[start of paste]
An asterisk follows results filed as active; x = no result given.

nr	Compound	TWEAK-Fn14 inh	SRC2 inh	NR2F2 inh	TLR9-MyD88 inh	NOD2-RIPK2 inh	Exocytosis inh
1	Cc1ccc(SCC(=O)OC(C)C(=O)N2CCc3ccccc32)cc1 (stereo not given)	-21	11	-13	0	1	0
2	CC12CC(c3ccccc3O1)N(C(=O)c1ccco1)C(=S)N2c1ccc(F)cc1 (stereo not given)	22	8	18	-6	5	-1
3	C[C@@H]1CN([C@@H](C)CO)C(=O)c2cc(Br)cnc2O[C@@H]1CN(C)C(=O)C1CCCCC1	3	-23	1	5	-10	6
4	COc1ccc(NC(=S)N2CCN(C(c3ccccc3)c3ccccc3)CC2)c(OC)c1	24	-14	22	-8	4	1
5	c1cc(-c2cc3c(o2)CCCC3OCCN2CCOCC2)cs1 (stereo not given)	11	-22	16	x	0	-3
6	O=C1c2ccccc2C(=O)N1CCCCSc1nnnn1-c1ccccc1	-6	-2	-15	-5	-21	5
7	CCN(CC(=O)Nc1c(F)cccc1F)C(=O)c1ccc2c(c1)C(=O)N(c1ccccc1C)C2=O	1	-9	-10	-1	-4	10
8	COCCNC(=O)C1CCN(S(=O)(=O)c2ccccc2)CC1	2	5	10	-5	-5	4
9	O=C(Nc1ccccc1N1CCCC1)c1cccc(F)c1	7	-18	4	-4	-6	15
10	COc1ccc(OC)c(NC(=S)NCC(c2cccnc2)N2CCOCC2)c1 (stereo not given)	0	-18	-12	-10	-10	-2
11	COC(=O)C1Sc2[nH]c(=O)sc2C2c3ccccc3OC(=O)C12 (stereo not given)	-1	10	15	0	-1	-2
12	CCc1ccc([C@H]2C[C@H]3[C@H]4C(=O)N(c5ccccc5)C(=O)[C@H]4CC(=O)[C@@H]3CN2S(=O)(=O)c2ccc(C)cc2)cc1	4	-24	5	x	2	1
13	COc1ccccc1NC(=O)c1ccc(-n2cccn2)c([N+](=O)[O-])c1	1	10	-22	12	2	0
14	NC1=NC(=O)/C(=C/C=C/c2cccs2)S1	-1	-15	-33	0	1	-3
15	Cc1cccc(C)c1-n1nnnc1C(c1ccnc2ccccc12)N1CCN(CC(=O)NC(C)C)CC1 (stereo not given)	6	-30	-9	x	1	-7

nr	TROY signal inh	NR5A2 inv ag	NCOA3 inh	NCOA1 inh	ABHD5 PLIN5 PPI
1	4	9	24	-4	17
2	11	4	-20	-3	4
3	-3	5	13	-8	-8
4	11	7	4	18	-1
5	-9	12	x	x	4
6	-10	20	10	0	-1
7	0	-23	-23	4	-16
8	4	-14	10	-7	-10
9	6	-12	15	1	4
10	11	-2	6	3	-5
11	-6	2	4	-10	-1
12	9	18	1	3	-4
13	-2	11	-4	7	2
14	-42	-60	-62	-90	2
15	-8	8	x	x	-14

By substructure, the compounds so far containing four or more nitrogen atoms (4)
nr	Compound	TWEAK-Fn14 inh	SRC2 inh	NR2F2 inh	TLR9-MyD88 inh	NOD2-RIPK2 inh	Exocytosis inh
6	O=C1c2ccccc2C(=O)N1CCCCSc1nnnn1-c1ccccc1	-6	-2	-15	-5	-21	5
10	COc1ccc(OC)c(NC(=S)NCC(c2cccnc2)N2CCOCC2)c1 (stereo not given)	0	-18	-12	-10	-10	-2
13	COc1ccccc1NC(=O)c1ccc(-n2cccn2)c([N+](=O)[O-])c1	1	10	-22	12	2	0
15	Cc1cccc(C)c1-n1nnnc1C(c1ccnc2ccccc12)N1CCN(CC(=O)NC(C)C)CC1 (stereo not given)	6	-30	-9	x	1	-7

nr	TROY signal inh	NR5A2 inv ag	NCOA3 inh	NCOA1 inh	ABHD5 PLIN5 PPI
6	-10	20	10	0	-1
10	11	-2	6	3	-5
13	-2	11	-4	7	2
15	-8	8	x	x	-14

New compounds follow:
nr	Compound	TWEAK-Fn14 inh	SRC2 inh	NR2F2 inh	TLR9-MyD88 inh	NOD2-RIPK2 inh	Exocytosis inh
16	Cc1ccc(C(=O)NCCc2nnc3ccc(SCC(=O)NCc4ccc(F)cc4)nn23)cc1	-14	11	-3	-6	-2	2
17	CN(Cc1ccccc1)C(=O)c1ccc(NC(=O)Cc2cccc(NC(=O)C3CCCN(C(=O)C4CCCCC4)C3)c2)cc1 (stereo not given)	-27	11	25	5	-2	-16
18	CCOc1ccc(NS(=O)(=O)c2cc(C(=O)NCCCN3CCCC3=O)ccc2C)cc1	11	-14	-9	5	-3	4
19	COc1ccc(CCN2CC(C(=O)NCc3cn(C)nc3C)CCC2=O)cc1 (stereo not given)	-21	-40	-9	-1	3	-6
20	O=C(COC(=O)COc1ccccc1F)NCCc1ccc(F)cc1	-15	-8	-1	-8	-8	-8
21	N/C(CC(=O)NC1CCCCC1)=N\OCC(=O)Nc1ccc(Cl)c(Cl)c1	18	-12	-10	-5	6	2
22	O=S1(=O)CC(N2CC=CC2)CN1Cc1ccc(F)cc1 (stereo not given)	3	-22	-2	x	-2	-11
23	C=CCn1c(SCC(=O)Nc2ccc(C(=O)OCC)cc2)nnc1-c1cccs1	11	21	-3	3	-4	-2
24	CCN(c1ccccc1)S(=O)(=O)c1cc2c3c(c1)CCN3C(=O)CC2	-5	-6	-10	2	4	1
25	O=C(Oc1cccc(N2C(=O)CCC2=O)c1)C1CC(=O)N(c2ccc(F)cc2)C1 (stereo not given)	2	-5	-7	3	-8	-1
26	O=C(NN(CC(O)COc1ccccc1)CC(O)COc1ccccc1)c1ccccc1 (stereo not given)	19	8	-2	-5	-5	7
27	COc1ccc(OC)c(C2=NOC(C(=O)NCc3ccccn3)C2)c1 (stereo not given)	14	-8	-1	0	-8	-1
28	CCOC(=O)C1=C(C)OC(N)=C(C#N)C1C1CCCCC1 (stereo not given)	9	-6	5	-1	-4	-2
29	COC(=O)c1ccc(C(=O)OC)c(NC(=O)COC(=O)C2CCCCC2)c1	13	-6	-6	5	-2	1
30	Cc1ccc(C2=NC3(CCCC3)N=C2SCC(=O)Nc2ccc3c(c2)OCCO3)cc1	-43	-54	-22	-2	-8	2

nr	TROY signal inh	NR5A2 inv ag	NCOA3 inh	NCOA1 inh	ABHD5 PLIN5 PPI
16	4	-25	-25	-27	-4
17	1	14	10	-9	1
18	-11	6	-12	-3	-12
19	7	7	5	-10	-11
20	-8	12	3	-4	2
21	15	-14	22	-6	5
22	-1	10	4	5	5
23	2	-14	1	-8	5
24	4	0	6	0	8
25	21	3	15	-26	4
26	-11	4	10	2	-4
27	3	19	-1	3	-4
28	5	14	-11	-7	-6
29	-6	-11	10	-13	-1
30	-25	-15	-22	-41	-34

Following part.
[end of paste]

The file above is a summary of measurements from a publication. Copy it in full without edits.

An asterisk follows results filed as active; x = no result given.

nr	Compound	TWEAK-Fn14 inh	SRC2 inh	NR2F2 inh	TLR9-MyD88 inh	NOD2-RIPK2 inh	Exocytosis inh
1	Cc1ccc(SCC(=O)OC(C)C(=O)N2CCc3ccccc32)cc1 (stereo not given)	-21	11	-13	0	1	0
2	CC12CC(c3ccccc3O1)N(C(=O)c1ccco1)C(=S)N2c1ccc(F)cc1 (stereo not given)	22	8	18	-6	5	-1
3	C[C@@H]1CN([C@@H](C)CO)C(=O)c2cc(Br)cnc2O[C@@H]1CN(C)C(=O)C1CCCCC1	3	-23	1	5	-10	6
4	COc1ccc(NC(=S)N2CCN(C(c3ccccc3)c3ccccc3)CC2)c(OC)c1	24	-14	22	-8	4	1
5	c1cc(-c2cc3c(o2)CCCC3OCCN2CCOCC2)cs1 (stereo not given)	11	-22	16	x	0	-3
6	O=C1c2ccccc2C(=O)N1CCCCSc1nnnn1-c1ccccc1	-6	-2	-15	-5	-21	5
7	CCN(CC(=O)Nc1c(F)cccc1F)C(=O)c1ccc2c(c1)C(=O)N(c1ccccc1C)C2=O	1	-9	-10	-1	-4	10
8	COCCNC(=O)C1CCN(S(=O)(=O)c2ccccc2)CC1	2	5	10	-5	-5	4
9	O=C(Nc1ccccc1N1CCCC1)c1cccc(F)c1	7	-18	4	-4	-6	15
10	COc1ccc(OC)c(NC(=S)NCC(c2cccnc2)N2CCOCC2)c1 (stereo not given)	0	-18	-12	-10	-10	-2
11	COC(=O)C1Sc2[nH]c(=O)sc2C2c3ccccc3OC(=O)C12 (stereo not given)	-1	10	15	0	-1	-2
12	CCc1ccc([C@H]2C[C@H]3[C@H]4C(=O)N(c5ccccc5)C(=O)[C@H]4CC(=O)[C@@H]3CN2S(=O)(=O)c2ccc(C)cc2)cc1	4	-24	5	x	2	1
13	COc1ccccc1NC(=O)c1ccc(-n2cccn2)c([N+](=O)[O-])c1	1	10	-22	12	2	0
14	NC1=NC(=O)/C(=C/C=C/c2cccs2)S1	-1	-15	-33	0	1	-3
15	Cc1cccc(C)c1-n1nnnc1C(c1ccnc2ccccc12)N1CCN(CC(=O)NC(C)C)CC1 (stereo not given)	6	-30	-9	x	1	-7

nr	TROY signal inh	NR5A2 inv ag	NCOA3 inh	NCOA1 inh	ABHD5 PLIN5 PPI
1	4	9	24	-4	17
2	11	4	-20	-3	4
3	-3	5	13	-8	-8
4	11	7	4	18	-1
5	-9	12	x	x	4
6	-10	20	10	0	-1
7	0	-23	-23	4	-16
8	4	-14	10	-7	-10
9	6	-12	15	1	4
10	11	-2	6	3	-5
11	-6	2	4	-10	-1
12	9	18	1	3	-4
13	-2	11	-4	7	2
14	-42	-60	-62	-90	2
15	-8	8	x	x	-14

By substructure, the compounds so far containing four or more nitrogen atoms (4)
nr	Compound	TWEAK-Fn14 inh	SRC2 inh	NR2F2 inh	TLR9-MyD88 inh	NOD2-RIPK2 inh	Exocytosis inh
6	O=C1c2ccccc2C(=O)N1CCCCSc1nnnn1-c1ccccc1	-6	-2	-15	-5	-21	5
10	COc1ccc(OC)c(NC(=S)NCC(c2cccnc2)N2CCOCC2)c1 (stereo not given)	0	-18	-12	-10	-10	-2
13	COc1ccccc1NC(=O)c1ccc(-n2cccn2)c([N+](=O)[O-])c1	1	10	-22	12	2	0
15	Cc1cccc(C)c1-n1nnnc1C(c1ccnc2ccccc12)N1CCN(CC(=O)NC(C)C)CC1 (stereo not given)	6	-30	-9	x	1	-7

nr	TROY signal inh	NR5A2 inv ag	NCOA3 inh	NCOA1 inh	ABHD5 PLIN5 PPI
6	-10	20	10	0	-1
10	11	-2	6	3	-5
13	-2	11	-4	7	2
15	-8	8	x	x	-14

New compounds follow:
nr	Compound	TWEAK-Fn14 inh	SRC2 inh	NR2F2 inh	TLR9-MyD88 inh	NOD2-RIPK2 inh	Exocytosis inh
16	Cc1ccc(C(=O)NCCc2nnc3ccc(SCC(=O)NCc4ccc(F)cc4)nn23)cc1	-14	11	-3	-6	-2	2
17	CN(Cc1ccccc1)C(=O)c1ccc(NC(=O)Cc2cccc(NC(=O)C3CCCN(C(=O)C4CCCCC4)C3)c2)cc1 (stereo not given)	-27	11	25	5	-2	-16
18	CCOc1ccc(NS(=O)(=O)c2cc(C(=O)NCCCN3CCCC3=O)ccc2C)cc1	11	-14	-9	5	-3	4
19	COc1ccc(CCN2CC(C(=O)NCc3cn(C)nc3C)CCC2=O)cc1 (stereo not given)	-21	-40	-9	-1	3	-6
20	O=C(COC(=O)COc1ccccc1F)NCCc1ccc(F)cc1	-15	-8	-1	-8	-8	-8
21	N/C(CC(=O)NC1CCCCC1)=N\OCC(=O)Nc1ccc(Cl)c(Cl)c1	18	-12	-10	-5	6	2
22	O=S1(=O)CC(N2CC=CC2)CN1Cc1ccc(F)cc1 (stereo not given)	3	-22	-2	x	-2	-11
23	C=CCn1c(SCC(=O)Nc2ccc(C(=O)OCC)cc2)nnc1-c1cccs1	11	21	-3	3	-4	-2
24	CCN(c1ccccc1)S(=O)(=O)c1cc2c3c(c1)CCN3C(=O)CC2	-5	-6	-10	2	4	1
25	O=C(Oc1cccc(N2C(=O)CCC2=O)c1)C1CC(=O)N(c2ccc(F)cc2)C1 (stereo not given)	2	-5	-7	3	-8	-1
26	O=C(NN(CC(O)COc1ccccc1)CC(O)COc1ccccc1)c1ccccc1 (stereo not given)	19	8	-2	-5	-5	7
27	COc1ccc(OC)c(C2=NOC(C(=O)NCc3ccccn3)C2)c1 (stereo not given)	14	-8	-1	0	-8	-1
28	CCOC(=O)C1=C(C)OC(N)=C(C#N)C1C1CCCCC1 (stereo not given)	9	-6	5	-1	-4	-2
29	COC(=O)c1ccc(C(=O)OC)c(NC(=O)COC(=O)C2CCCCC2)c1	13	-6	-6	5	-2	1
30	Cc1ccc(C2=NC3(CCCC3)N=C2SCC(=O)Nc2ccc3c(c2)OCCO3)cc1	-43	-54	-22	-2	-8	2

nr	TROY signal inh	NR5A2 inv ag	NCOA3 inh	NCOA1 inh	ABHD5 PLIN5 PPI
16	4	-25	-25	-27	-4
17	1	14	10	-9	1
18	-11	6	-12	-3	-12
19	7	7	5	-10	-11
20	-8	12	3	-4	2
21	15	-14	22	-6	5
22	-1	10	4	5	5
23	2	-14	1	-8	5
24	4	0	6	0	8
25	21	3	15	-26	4
26	-11	4	10	2	-4
27	3	19	-1	3	-4
28	5	14	-11	-7	-6
29	-6	-11	10	-13	-1
30	-25	-15	-22	-41	-34

Following part.